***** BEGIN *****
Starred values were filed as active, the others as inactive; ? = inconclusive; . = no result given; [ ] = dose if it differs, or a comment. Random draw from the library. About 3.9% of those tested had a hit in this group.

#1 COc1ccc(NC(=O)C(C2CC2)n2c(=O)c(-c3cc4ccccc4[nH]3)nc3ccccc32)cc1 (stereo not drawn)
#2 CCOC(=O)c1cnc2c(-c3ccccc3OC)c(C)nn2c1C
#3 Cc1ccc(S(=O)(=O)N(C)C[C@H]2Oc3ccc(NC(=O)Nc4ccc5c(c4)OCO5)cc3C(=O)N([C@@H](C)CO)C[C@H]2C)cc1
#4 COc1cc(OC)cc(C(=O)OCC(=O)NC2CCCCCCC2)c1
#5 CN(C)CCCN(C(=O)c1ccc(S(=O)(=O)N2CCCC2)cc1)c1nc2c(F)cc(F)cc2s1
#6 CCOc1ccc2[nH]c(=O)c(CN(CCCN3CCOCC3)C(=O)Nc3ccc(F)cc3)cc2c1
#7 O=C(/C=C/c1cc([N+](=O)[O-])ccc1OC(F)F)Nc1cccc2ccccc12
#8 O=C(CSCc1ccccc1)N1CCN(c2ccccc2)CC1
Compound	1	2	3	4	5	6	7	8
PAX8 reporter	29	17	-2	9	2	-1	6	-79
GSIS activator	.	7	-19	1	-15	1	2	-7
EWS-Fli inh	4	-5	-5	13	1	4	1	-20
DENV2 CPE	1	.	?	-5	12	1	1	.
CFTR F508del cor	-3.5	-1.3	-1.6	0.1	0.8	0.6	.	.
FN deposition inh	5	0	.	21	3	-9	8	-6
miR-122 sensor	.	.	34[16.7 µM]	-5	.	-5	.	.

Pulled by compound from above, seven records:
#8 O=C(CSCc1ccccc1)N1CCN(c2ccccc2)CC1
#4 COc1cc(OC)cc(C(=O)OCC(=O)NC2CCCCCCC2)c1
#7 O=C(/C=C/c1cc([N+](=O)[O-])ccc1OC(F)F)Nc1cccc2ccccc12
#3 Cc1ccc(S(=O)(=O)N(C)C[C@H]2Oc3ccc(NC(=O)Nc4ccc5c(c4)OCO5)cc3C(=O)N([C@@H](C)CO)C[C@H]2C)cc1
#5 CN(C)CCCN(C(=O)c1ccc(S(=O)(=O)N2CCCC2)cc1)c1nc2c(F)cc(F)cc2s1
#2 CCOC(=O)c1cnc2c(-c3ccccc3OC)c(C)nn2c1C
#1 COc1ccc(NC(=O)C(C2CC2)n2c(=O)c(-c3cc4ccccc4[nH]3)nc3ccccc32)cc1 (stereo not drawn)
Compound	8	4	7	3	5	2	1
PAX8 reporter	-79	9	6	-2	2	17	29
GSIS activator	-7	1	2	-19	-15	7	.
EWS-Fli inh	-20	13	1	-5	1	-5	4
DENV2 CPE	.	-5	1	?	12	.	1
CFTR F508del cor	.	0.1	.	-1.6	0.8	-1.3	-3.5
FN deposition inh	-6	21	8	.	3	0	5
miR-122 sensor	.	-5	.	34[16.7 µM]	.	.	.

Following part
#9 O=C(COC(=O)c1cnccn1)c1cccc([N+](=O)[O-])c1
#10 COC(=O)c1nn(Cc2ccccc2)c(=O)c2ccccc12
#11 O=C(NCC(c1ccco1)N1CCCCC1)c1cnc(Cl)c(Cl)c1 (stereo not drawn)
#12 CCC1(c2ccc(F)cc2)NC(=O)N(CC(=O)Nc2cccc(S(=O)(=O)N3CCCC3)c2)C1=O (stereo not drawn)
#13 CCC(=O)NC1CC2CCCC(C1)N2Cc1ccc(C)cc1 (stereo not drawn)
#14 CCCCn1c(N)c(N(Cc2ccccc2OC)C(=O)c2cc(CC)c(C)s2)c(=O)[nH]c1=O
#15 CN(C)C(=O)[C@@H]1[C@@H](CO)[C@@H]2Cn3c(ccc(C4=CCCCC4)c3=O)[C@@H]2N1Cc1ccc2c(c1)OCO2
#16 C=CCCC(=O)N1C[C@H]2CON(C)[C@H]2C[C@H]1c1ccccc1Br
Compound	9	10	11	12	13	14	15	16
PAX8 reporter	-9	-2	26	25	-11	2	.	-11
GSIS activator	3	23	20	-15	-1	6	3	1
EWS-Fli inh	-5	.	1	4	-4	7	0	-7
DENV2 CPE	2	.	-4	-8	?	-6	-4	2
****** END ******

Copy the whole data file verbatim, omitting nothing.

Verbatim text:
Starred values were filed as active, the others as inactive; ? = inconclusive; . = no result given; [ ] = dose if it differs, or a comment. Random draw from the library. About 3.9% of those tested had a hit in this group.

#1 COc1ccc(NC(=O)C(C2CC2)n2c(=O)c(-c3cc4ccccc4[nH]3)nc3ccccc32)cc1 (stereo not drawn)
#2 CCOC(=O)c1cnc2c(-c3ccccc3OC)c(C)nn2c1C
#3 Cc1ccc(S(=O)(=O)N(C)C[C@H]2Oc3ccc(NC(=O)Nc4ccc5c(c4)OCO5)cc3C(=O)N([C@@H](C)CO)C[C@H]2C)cc1
#4 COc1cc(OC)cc(C(=O)OCC(=O)NC2CCCCCCC2)c1
#5 CN(C)CCCN(C(=O)c1ccc(S(=O)(=O)N2CCCC2)cc1)c1nc2c(F)cc(F)cc2s1
#6 CCOc1ccc2[nH]c(=O)c(CN(CCCN3CCOCC3)C(=O)Nc3ccc(F)cc3)cc2c1
#7 O=C(/C=C/c1cc([N+](=O)[O-])ccc1OC(F)F)Nc1cccc2ccccc12
#8 O=C(CSCc1ccccc1)N1CCN(c2ccccc2)CC1
Compound	1	2	3	4	5	6	7	8
PAX8 reporter	29	17	-2	9	2	-1	6	-79
GSIS activator	.	7	-19	1	-15	1	2	-7
EWS-Fli inh	4	-5	-5	13	1	4	1	-20
DENV2 CPE	1	.	?	-5	12	1	1	.
CFTR F508del cor	-3.5	-1.3	-1.6	0.1	0.8	0.6	.	.
FN deposition inh	5	0	.	21	3	-9	8	-6
miR-122 sensor	.	.	34[16.7 µM]	-5	.	-5	.	.

Pulled by compound from above, seven records:
#8 O=C(CSCc1ccccc1)N1CCN(c2ccccc2)CC1
#4 COc1cc(OC)cc(C(=O)OCC(=O)NC2CCCCCCC2)c1
#7 O=C(/C=C/c1cc([N+](=O)[O-])ccc1OC(F)F)Nc1cccc2ccccc12
#3 Cc1ccc(S(=O)(=O)N(C)C[C@H]2Oc3ccc(NC(=O)Nc4ccc5c(c4)OCO5)cc3C(=O)N([C@@H](C)CO)C[C@H]2C)cc1
#5 CN(C)CCCN(C(=O)c1ccc(S(=O)(=O)N2CCCC2)cc1)c1nc2c(F)cc(F)cc2s1
#2 CCOC(=O)c1cnc2c(-c3ccccc3OC)c(C)nn2c1C
#1 COc1ccc(NC(=O)C(C2CC2)n2c(=O)c(-c3cc4ccccc4[nH]3)nc3ccccc32)cc1 (stereo not drawn)
Compound	8	4	7	3	5	2	1
PAX8 reporter	-79	9	6	-2	2	17	29
GSIS activator	-7	1	2	-19	-15	7	.
EWS-Fli inh	-20	13	1	-5	1	-5	4
DENV2 CPE	.	-5	1	?	12	.	1
CFTR F508del cor	.	0.1	.	-1.6	0.8	-1.3	-3.5
FN deposition inh	-6	21	8	.	3	0	5
miR-122 sensor	.	-5	.	34[16.7 µM]	.	.	.

Following part
#9 O=C(COC(=O)c1cnccn1)c1cccc([N+](=O)[O-])c1
#10 COC(=O)c1nn(Cc2ccccc2)c(=O)c2ccccc12
#11 O=C(NCC(c1ccco1)N1CCCCC1)c1cnc(Cl)c(Cl)c1 (stereo not drawn)
#12 CCC1(c2ccc(F)cc2)NC(=O)N(CC(=O)Nc2cccc(S(=O)(=O)N3CCCC3)c2)C1=O (stereo not drawn)
#13 CCC(=O)NC1CC2CCCC(C1)N2Cc1ccc(C)cc1 (stereo not drawn)
#14 CCCCn1c(N)c(N(Cc2ccccc2OC)C(=O)c2cc(CC)c(C)s2)c(=O)[nH]c1=O
#15 CN(C)C(=O)[C@@H]1[C@@H](CO)[C@@H]2Cn3c(ccc(C4=CCCCC4)c3=O)[C@@H]2N1Cc1ccc2c(c1)OCO2
#16 C=CCCC(=O)N1C[C@H]2CON(C)[C@H]2C[C@H]1c1ccccc1Br
Compound	9	10	11	12	13	14	15	16
PAX8 reporter	-9	-2	26	25	-11	2	.	-11
GSIS activator	3	23	20	-15	-1	6	3	1
EWS-Fli inh	-5	.	1	4	-4	7	0	-7
DENV2 CPE	2	.	-4	-8	?	-6	-4	2